To Luca, Where am I copying deeply? The clone method creates a brand new object and it is not a copy. The parents attribute is the proto attribute you were talking of. The __getattr__ is only called when an attribute is not found and then it searches for it in the parents (and if they are Prototypes, then they will do the same.

    How am I copying the entire object? I want to make sure I'm not doing something wrong.

    By Blogger Blaine, at 6:14 AM   

Sunday, September 13, 2009

Constraints in Python

 
With every language that I learn, I pay close attention to my work flow. I take note of anything that gets in the way of getting my task accomplished. In a perfect language, I should never have to worry about the language ever. A free flow of ideas should come out. Whenever I find myself totally immersed in a problem, I keep track of what made it so. Recently, the one feature that surprised me the most was Python's forced indention. At first I thought, how nice not to use curly brackets to denote scope, but what about that white space? But, I put my best foot forward and worked on some code. I must admit that I love it now! It makes code more readable by keeping the rules consistent (you have to be or your code will have bugs). Formatting my code is now one less worry I have. I am forced to indent as I go along. This constraint is liberating in the fact that it allows me concentrate on the problem at hand and is one less thing to worry about. No more worrying about if the curly braces go on the same line or not depending on local coding standards. It makes code easier to read across Python programmers. In fact, I have yet to meet a Python program that I could not understand easily from first glance which is a rare accomplishment in other languages.

I also love the constraint about one line lambdas. I thought it was going to drive me crazy, but I have embraced completely. It keeps your lambda functions short and sweet like they really should be. But, the best side effect is that if that lambda needs to grow, you simply move it out to a named function automatically making your code more readable. Excellent.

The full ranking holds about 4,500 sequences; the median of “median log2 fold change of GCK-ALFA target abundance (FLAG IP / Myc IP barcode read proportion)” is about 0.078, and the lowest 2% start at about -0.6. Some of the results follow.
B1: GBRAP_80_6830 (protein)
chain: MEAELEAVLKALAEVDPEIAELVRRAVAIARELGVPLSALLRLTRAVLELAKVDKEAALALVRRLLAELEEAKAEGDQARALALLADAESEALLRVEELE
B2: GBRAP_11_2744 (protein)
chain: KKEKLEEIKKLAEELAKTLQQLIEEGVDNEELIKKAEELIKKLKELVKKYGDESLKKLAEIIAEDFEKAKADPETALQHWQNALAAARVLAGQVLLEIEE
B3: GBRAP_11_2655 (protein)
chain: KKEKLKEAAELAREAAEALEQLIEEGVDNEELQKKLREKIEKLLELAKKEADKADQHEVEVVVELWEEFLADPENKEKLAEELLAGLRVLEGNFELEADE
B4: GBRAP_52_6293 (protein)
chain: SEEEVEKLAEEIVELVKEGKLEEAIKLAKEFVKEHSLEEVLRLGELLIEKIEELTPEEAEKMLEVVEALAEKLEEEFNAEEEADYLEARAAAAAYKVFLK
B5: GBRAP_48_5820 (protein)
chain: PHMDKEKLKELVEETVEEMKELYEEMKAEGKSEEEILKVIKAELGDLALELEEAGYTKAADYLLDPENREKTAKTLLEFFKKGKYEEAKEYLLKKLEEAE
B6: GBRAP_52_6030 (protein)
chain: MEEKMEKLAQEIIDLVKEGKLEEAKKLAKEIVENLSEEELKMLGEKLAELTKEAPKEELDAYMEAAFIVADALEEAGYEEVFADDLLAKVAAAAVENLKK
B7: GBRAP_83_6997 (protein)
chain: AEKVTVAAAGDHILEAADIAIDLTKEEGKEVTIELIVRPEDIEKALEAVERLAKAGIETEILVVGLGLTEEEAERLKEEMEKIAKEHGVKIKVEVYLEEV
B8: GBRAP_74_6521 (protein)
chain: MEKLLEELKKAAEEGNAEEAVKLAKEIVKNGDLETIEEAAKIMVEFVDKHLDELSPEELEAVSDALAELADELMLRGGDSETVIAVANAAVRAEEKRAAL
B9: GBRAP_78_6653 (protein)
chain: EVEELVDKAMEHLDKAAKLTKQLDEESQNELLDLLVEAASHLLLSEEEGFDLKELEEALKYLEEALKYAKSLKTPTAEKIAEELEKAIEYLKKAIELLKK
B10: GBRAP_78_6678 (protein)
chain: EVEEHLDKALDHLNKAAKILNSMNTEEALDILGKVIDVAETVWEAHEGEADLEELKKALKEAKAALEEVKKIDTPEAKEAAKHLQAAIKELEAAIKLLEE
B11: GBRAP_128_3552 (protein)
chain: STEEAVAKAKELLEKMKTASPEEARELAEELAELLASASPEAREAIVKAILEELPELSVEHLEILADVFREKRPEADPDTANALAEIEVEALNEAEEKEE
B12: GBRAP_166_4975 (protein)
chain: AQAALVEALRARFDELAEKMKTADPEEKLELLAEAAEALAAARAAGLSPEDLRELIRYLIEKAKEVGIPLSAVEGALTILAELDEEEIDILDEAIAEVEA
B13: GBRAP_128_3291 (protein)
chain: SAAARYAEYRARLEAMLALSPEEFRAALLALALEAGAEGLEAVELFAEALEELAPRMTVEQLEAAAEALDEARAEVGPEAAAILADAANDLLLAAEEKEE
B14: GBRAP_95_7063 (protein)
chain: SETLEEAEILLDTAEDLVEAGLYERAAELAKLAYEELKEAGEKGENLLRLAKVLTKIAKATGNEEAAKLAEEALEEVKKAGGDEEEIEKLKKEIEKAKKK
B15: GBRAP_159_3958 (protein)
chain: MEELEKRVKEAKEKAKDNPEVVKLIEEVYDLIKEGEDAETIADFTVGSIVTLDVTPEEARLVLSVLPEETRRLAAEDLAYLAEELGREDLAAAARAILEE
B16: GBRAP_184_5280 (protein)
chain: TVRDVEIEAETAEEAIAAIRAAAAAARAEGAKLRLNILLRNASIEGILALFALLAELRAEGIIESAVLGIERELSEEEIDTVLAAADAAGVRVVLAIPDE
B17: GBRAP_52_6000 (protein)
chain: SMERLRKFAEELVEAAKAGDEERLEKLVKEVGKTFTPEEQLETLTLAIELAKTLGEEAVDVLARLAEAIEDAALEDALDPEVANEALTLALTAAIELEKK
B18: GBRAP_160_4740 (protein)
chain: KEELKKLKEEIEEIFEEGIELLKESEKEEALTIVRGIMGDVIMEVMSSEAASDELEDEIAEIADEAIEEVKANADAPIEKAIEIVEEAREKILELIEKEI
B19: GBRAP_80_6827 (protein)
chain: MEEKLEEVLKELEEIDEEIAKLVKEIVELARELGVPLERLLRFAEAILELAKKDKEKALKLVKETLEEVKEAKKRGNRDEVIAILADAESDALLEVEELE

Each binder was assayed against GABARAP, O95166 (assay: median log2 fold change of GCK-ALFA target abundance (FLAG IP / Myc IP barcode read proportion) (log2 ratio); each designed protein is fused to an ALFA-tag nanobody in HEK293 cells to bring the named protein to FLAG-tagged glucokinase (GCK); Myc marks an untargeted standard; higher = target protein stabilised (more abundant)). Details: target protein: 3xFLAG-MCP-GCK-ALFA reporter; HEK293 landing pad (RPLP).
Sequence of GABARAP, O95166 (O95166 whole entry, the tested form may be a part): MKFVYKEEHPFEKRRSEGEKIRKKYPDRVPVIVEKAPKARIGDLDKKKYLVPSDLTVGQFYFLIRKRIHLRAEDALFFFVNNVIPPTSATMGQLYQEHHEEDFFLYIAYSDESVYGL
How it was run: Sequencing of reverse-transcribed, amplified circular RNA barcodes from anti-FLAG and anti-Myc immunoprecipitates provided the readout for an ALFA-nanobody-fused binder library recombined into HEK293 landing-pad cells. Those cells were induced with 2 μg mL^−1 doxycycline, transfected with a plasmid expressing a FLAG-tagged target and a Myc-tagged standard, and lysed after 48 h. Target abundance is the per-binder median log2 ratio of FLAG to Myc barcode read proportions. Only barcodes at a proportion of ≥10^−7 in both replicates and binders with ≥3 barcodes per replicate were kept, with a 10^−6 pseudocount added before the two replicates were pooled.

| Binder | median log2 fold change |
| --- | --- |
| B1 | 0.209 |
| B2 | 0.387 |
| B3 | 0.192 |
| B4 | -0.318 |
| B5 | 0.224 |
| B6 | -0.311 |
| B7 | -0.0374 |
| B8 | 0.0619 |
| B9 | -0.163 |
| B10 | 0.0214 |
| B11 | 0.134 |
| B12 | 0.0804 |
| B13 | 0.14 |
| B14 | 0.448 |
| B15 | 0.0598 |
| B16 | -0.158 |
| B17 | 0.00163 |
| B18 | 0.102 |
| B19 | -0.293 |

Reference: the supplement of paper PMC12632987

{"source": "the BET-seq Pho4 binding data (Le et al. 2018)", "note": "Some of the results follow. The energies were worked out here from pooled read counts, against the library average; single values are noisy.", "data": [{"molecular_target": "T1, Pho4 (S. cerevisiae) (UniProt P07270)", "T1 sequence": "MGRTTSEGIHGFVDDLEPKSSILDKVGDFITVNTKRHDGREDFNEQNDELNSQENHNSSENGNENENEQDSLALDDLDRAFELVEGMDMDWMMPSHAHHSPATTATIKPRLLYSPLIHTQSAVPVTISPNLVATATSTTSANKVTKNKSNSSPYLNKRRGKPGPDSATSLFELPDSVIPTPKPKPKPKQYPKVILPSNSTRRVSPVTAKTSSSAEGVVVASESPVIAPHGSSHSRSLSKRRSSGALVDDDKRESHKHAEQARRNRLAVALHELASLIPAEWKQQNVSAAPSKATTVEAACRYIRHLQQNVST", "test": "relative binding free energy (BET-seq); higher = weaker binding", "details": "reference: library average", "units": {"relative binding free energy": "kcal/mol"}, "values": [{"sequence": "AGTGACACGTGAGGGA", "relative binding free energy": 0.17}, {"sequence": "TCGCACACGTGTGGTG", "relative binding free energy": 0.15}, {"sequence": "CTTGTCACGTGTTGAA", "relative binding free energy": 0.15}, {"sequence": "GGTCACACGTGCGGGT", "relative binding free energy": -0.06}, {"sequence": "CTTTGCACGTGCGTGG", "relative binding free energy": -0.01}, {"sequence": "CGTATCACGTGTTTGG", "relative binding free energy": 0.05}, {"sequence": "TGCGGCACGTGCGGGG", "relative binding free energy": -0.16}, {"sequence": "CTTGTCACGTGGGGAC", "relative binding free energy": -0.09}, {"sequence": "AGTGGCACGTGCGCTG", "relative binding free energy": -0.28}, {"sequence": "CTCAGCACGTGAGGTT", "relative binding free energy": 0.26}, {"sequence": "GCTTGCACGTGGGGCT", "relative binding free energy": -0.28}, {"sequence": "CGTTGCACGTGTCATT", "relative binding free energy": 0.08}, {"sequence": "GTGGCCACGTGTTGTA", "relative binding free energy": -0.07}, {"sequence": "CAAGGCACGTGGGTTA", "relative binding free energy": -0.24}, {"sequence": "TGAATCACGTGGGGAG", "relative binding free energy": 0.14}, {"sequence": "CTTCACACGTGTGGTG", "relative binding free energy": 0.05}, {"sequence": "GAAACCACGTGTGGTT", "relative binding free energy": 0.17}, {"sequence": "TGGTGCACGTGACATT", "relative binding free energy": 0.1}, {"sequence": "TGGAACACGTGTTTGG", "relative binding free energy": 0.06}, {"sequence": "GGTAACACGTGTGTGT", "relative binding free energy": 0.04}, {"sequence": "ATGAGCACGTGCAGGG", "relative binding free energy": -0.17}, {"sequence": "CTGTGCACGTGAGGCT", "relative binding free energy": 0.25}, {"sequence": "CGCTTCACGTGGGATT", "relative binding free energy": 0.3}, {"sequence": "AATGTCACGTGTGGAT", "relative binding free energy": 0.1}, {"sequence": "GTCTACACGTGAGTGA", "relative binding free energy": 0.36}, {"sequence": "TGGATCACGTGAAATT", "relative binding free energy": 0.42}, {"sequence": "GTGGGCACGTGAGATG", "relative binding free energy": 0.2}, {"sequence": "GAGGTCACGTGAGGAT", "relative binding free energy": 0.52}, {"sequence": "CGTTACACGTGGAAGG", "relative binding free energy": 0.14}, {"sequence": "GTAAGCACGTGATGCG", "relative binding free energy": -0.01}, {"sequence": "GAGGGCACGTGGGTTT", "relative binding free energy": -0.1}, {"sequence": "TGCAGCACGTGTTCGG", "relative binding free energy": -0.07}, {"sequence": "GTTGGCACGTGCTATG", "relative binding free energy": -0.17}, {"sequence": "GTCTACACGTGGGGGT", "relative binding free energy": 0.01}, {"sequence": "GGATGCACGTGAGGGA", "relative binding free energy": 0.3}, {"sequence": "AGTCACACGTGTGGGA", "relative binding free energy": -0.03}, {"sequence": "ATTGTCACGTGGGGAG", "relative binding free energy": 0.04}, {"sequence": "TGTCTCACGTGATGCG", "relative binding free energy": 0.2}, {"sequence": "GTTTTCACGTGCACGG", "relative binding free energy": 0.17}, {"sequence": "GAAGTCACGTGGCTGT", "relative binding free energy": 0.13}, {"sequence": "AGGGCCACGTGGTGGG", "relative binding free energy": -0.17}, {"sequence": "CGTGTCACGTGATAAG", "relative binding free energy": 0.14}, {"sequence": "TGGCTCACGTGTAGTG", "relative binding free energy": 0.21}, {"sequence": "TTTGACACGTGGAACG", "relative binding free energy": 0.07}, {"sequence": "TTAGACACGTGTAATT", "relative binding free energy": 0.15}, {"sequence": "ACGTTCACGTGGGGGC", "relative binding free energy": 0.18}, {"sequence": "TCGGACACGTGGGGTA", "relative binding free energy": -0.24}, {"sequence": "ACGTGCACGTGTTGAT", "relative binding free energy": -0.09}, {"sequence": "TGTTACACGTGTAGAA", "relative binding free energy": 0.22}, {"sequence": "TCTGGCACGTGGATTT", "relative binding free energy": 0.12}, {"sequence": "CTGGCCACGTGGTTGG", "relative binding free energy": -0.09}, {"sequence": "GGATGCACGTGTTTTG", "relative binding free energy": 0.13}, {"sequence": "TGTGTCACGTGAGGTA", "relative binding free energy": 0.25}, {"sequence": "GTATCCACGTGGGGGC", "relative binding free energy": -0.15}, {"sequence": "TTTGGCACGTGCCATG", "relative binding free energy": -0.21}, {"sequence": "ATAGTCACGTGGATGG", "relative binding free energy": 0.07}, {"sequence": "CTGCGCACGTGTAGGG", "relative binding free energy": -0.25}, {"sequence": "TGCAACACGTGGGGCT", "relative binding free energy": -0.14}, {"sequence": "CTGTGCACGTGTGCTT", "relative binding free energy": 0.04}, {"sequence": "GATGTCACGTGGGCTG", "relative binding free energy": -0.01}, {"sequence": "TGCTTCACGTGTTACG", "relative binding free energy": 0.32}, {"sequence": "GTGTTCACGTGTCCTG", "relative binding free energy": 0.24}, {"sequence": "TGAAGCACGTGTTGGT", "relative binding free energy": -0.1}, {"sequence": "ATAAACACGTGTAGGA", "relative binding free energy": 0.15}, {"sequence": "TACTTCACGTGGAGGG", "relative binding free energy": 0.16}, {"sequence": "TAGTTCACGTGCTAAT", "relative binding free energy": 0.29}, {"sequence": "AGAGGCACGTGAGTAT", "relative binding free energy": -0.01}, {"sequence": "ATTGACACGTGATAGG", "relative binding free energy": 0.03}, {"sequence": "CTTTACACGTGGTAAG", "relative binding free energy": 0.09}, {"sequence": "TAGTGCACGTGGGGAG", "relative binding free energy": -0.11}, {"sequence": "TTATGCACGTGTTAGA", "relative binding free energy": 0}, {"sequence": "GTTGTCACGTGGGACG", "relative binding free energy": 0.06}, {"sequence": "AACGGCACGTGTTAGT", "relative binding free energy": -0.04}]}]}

Both of the features that I just mentioned are merely constraints that take away thinking about the language and force you to write readable code. I always like and embrace the design decisions to constrain the coder to make more maintainable code. The less I have to think about the language, the more time I spend on the problem I am trying to solve and that's the way it should be. It just amazed me that sometimes I find them in the strangest of ways. I would have never thought that forced indention or one lined lambdas would bring me so much coding pleasure.

Labels:


Comments
  • I had kind of the same feeling you mention here. As Smalltalker, at first I didn't like the indentation, but when I have had to start coding python I discovered that it's useful.

    But, I must say that anyway I believe Smalltalk is always a step ahead. Why? Because you have prettyprint. You can write your code in a faster way and get it automatically formated in a standard way.

    But, also, I think it could be taken forward in this way: Suppose you don't like the prettyprint why of formatting. You can modify the IDE to show you the code prettyprintted in the way you most like, anytime, and save it in the standard formatting for your office standards, for example.

    By Blogger tenuki, at 3:23 PM   

  • I always use automatic formatting in any language I use. I thought it was cool that it is unneeded in Python. It's also nice that the formatting is the same from developer to developer, no more taste wars.

    The more the language takes away mundane issues (formatting), the more time you have to think about your problem at hand which is the whole point of languages.

    By Blogger Blaine, at 7:06 PM   

  • Yes. Your point is clear!

    By Blogger tenuki, at 8:21 PM   

  • Glad to hear from another convert.

    By Blogger Ron Smith, at 10:27 PM